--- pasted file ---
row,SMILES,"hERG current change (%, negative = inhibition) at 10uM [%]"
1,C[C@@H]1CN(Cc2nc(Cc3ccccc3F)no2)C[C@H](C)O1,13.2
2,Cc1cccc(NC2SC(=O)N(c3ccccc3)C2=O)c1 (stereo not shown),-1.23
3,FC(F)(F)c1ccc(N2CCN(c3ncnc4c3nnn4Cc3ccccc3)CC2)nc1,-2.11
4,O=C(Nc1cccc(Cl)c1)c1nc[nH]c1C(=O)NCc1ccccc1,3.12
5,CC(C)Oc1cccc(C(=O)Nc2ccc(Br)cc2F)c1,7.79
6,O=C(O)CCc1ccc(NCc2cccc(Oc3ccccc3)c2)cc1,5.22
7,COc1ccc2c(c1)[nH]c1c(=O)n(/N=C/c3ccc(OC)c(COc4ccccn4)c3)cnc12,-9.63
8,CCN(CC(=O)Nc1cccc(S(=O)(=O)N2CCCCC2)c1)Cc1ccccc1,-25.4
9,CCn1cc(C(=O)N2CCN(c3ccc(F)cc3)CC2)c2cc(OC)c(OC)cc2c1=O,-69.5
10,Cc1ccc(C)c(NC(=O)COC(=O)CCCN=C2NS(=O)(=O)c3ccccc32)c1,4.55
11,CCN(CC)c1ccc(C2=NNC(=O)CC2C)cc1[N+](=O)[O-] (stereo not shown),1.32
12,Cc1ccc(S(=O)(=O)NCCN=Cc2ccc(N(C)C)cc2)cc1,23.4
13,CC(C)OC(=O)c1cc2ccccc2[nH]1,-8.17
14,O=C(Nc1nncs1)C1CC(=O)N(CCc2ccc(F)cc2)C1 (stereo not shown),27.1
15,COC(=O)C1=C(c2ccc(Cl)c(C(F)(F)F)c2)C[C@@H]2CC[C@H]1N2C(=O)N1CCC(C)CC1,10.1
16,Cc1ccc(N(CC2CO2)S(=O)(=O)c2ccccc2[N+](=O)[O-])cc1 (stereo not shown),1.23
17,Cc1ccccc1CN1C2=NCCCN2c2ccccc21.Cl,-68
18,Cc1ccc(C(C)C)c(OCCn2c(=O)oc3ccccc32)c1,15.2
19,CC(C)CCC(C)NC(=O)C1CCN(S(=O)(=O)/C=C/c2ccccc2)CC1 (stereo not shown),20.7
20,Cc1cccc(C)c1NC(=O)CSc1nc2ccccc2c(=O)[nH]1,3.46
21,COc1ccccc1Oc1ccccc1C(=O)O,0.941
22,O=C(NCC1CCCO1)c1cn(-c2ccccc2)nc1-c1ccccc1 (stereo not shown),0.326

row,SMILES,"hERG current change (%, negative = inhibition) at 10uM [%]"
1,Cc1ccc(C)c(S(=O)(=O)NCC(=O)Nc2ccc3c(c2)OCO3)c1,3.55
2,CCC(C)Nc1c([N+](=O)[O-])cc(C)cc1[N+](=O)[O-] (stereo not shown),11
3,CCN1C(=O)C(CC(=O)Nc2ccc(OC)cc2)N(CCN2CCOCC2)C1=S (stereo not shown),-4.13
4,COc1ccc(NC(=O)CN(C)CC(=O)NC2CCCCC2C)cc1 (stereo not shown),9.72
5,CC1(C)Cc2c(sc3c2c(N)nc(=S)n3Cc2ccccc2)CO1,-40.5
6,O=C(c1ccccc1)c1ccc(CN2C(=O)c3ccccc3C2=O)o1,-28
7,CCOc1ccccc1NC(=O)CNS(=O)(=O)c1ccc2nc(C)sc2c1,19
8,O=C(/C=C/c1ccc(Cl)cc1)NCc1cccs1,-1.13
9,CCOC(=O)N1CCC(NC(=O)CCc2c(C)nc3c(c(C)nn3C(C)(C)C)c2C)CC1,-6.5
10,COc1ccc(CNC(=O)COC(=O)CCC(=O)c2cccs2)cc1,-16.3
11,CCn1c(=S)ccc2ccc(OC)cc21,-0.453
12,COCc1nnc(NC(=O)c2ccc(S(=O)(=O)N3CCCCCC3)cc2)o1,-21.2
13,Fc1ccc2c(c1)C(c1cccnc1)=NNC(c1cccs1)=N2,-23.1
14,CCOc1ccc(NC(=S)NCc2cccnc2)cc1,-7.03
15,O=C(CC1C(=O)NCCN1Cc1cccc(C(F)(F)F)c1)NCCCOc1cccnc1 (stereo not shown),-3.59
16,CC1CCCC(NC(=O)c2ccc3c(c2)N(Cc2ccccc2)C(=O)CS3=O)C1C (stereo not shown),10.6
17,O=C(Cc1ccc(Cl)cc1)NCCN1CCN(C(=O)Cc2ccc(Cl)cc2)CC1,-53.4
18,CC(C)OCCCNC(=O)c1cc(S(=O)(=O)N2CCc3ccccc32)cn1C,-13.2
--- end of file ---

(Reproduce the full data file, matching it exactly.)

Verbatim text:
row,SMILES,"hERG current change (%, negative = inhibition) at 10uM [%]"
1,C[C@@H]1CN(Cc2nc(Cc3ccccc3F)no2)C[C@H](C)O1,13.2
2,Cc1cccc(NC2SC(=O)N(c3ccccc3)C2=O)c1 (stereo not shown),-1.23
3,FC(F)(F)c1ccc(N2CCN(c3ncnc4c3nnn4Cc3ccccc3)CC2)nc1,-2.11
4,O=C(Nc1cccc(Cl)c1)c1nc[nH]c1C(=O)NCc1ccccc1,3.12
5,CC(C)Oc1cccc(C(=O)Nc2ccc(Br)cc2F)c1,7.79
6,O=C(O)CCc1ccc(NCc2cccc(Oc3ccccc3)c2)cc1,5.22
7,COc1ccc2c(c1)[nH]c1c(=O)n(/N=C/c3ccc(OC)c(COc4ccccn4)c3)cnc12,-9.63
8,CCN(CC(=O)Nc1cccc(S(=O)(=O)N2CCCCC2)c1)Cc1ccccc1,-25.4
9,CCn1cc(C(=O)N2CCN(c3ccc(F)cc3)CC2)c2cc(OC)c(OC)cc2c1=O,-69.5
10,Cc1ccc(C)c(NC(=O)COC(=O)CCCN=C2NS(=O)(=O)c3ccccc32)c1,4.55
11,CCN(CC)c1ccc(C2=NNC(=O)CC2C)cc1[N+](=O)[O-] (stereo not shown),1.32
12,Cc1ccc(S(=O)(=O)NCCN=Cc2ccc(N(C)C)cc2)cc1,23.4
13,CC(C)OC(=O)c1cc2ccccc2[nH]1,-8.17
14,O=C(Nc1nncs1)C1CC(=O)N(CCc2ccc(F)cc2)C1 (stereo not shown),27.1
15,COC(=O)C1=C(c2ccc(Cl)c(C(F)(F)F)c2)C[C@@H]2CC[C@H]1N2C(=O)N1CCC(C)CC1,10.1
16,Cc1ccc(N(CC2CO2)S(=O)(=O)c2ccccc2[N+](=O)[O-])cc1 (stereo not shown),1.23
17,Cc1ccccc1CN1C2=NCCCN2c2ccccc21.Cl,-68
18,Cc1ccc(C(C)C)c(OCCn2c(=O)oc3ccccc32)c1,15.2
19,CC(C)CCC(C)NC(=O)C1CCN(S(=O)(=O)/C=C/c2ccccc2)CC1 (stereo not shown),20.7
20,Cc1cccc(C)c1NC(=O)CSc1nc2ccccc2c(=O)[nH]1,3.46
21,COc1ccccc1Oc1ccccc1C(=O)O,0.941
22,O=C(NCC1CCCO1)c1cn(-c2ccccc2)nc1-c1ccccc1 (stereo not shown),0.326

row,SMILES,"hERG current change (%, negative = inhibition) at 10uM [%]"
1,Cc1ccc(C)c(S(=O)(=O)NCC(=O)Nc2ccc3c(c2)OCO3)c1,3.55
2,CCC(C)Nc1c([N+](=O)[O-])cc(C)cc1[N+](=O)[O-] (stereo not shown),11
3,CCN1C(=O)C(CC(=O)Nc2ccc(OC)cc2)N(CCN2CCOCC2)C1=S (stereo not shown),-4.13
4,COc1ccc(NC(=O)CN(C)CC(=O)NC2CCCCC2C)cc1 (stereo not shown),9.72
5,CC1(C)Cc2c(sc3c2c(N)nc(=S)n3Cc2ccccc2)CO1,-40.5
6,O=C(c1ccccc1)c1ccc(CN2C(=O)c3ccccc3C2=O)o1,-28
7,CCOc1ccccc1NC(=O)CNS(=O)(=O)c1ccc2nc(C)sc2c1,19
8,O=C(/C=C/c1ccc(Cl)cc1)NCc1cccs1,-1.13
9,CCOC(=O)N1CCC(NC(=O)CCc2c(C)nc3c(c(C)nn3C(C)(C)C)c2C)CC1,-6.5
10,COc1ccc(CNC(=O)COC(=O)CCC(=O)c2cccs2)cc1,-16.3
11,CCn1c(=S)ccc2ccc(OC)cc21,-0.453
12,COCc1nnc(NC(=O)c2ccc(S(=O)(=O)N3CCCCCC3)cc2)o1,-21.2
13,Fc1ccc2c(c1)C(c1cccnc1)=NNC(c1cccs1)=N2,-23.1
14,CCOc1ccc(NC(=S)NCc2cccnc2)cc1,-7.03
15,O=C(CC1C(=O)NCCN1Cc1cccc(C(F)(F)F)c1)NCCCOc1cccnc1 (stereo not shown),-3.59
16,CC1CCCC(NC(=O)c2ccc3c(c2)N(Cc2ccccc2)C(=O)CS3=O)C1C (stereo not shown),10.6
17,O=C(Cc1ccc(Cl)cc1)NCCN1CCN(C(=O)Cc2ccc(Cl)cc2)CC1,-53.4
18,CC(C)OCCCNC(=O)c1cc(S(=O)(=O)N2CCc3ccccc32)cn1C,-13.2